• Younger people must help our senior citizens

    I am writing to encourage people to help seniors more in Fayette County.
    Most of the seniors are very polite and knowledgeable. The are part of what Tom Brokaw called “The Greatest Generation” because they lived through the Great Depression and World War II.
    They all have something to offer. They can give good advice.
    But most feel lonely and in despair – especially around the holidays.

  • Letter to the Editor

    Is it true that the work programs were taken away from the prisoners at Vandalia Correctional Center? The prisoners are supposed to be there for rehabilitation. It seems that a good work ethic would be a good part of that rehabilitation. My guess is that the prisoners would be more content, easier to handle and sure to learn many things if the work programs were put into place.

  • Too many regulations hurt volunteer efforts

    I'm writing in response to an article in Panzi Blackwell's column about not being able to make apple butter at the Golden  Years Club anymore.
    There are still some people in Fayette County making apple butter.
    It's very unfair, in my opinion.
    The county said that one reason is that the copper kettle, which  gives the apple butter its flavor, could give people copper poisoning. It hasn't in the last 300 to 400 years.

  • Letter to the Editor


  • Teachers seek support on pension benefits

    I am writing on behalf of my fellow teachers and retired teachers. We are deeply concerned that our pension benefits may be in serious peril.
    Within the next few days, our legislators will be debating changes to the teachers’ retirement system. As many of you may know, our pension plan was already altered last year.
    The changes increased Illinois teachers’ retirement age to 67 for any teacher hired after Jan. 1 of this year. Illinois now has the oldest retirement age of any state in the country.

  • Letter to the Editor

    The United States Postal Service is seeking comments on a proposal to eliminate the expectation of overnight service fro first-class mail and periodicals.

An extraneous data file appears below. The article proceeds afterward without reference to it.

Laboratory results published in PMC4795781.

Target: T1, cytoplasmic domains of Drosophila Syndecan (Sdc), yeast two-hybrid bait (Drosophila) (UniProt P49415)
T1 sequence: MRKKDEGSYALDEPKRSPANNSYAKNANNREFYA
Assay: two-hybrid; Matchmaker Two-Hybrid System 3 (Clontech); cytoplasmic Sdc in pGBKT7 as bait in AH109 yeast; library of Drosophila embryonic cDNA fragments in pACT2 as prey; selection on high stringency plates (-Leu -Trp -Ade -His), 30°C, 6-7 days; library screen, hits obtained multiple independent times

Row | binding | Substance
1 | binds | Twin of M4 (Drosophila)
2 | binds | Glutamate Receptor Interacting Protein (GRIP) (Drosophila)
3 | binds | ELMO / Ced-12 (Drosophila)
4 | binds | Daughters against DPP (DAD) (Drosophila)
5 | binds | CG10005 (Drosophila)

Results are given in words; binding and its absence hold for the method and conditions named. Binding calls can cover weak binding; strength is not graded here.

Most local mail would be two-day delivery and, supposedly, the rest of the mail would be three-day delivery for first-class mail.
    The result of this would be a huge consolidation of mail processing plants and a huge loss of jobs.

  • Reader prefers five-day weather outlook

    I want to encourage those who object to the different weather channel presentation on our cable television to call and register their objection.
    Locally, call 283-3567, or visit the office at 318 N. Fourth St. Statewide, call 1-888-863-9928.
    If enough people act, we may get a change back to more what we used to have – a five-day forecast, compared to a one-day-only forecast.
    Laurie Mabry

  • In tough economic times, think before spending

    In these tough economic times, everyone is thinking before spending.
    The railroad closed one of our crossings in Brownstown. This created a hardship for the people on the north side of town, especially for the people who walked to the post office and the bank.
    The village did not have the money to create a walkway at the crossing.
    Our children walk and ride bikes in the street because the village does not have the money for sidewalks.

  • Common sense approach missing

    I’m writing in response/support of Mark Luster’s letter regarding the incident with his daughter.  As a graduate of Ramsey High School, I find it very upsetting and disheartening to learn that common sense has been thrown out in favor of liberal ideologies that were formerly unheard of in this part of the country.

  • School board must use discretion in decisions

    The rebuttal  by Ramsey Superintendent of Schools Melissa Ritter only solidifies my statements that it cannot just be a black-and-white issue ("Board says safety is its top priority," The Leader-Union, Sept. 29).
    Did the Ramsey School Board follow what the Illinois School Code states in it to do? Yes. Is this inner-city Chicago, where gang violence and weapons in school is an everyday issue? Absolutely not.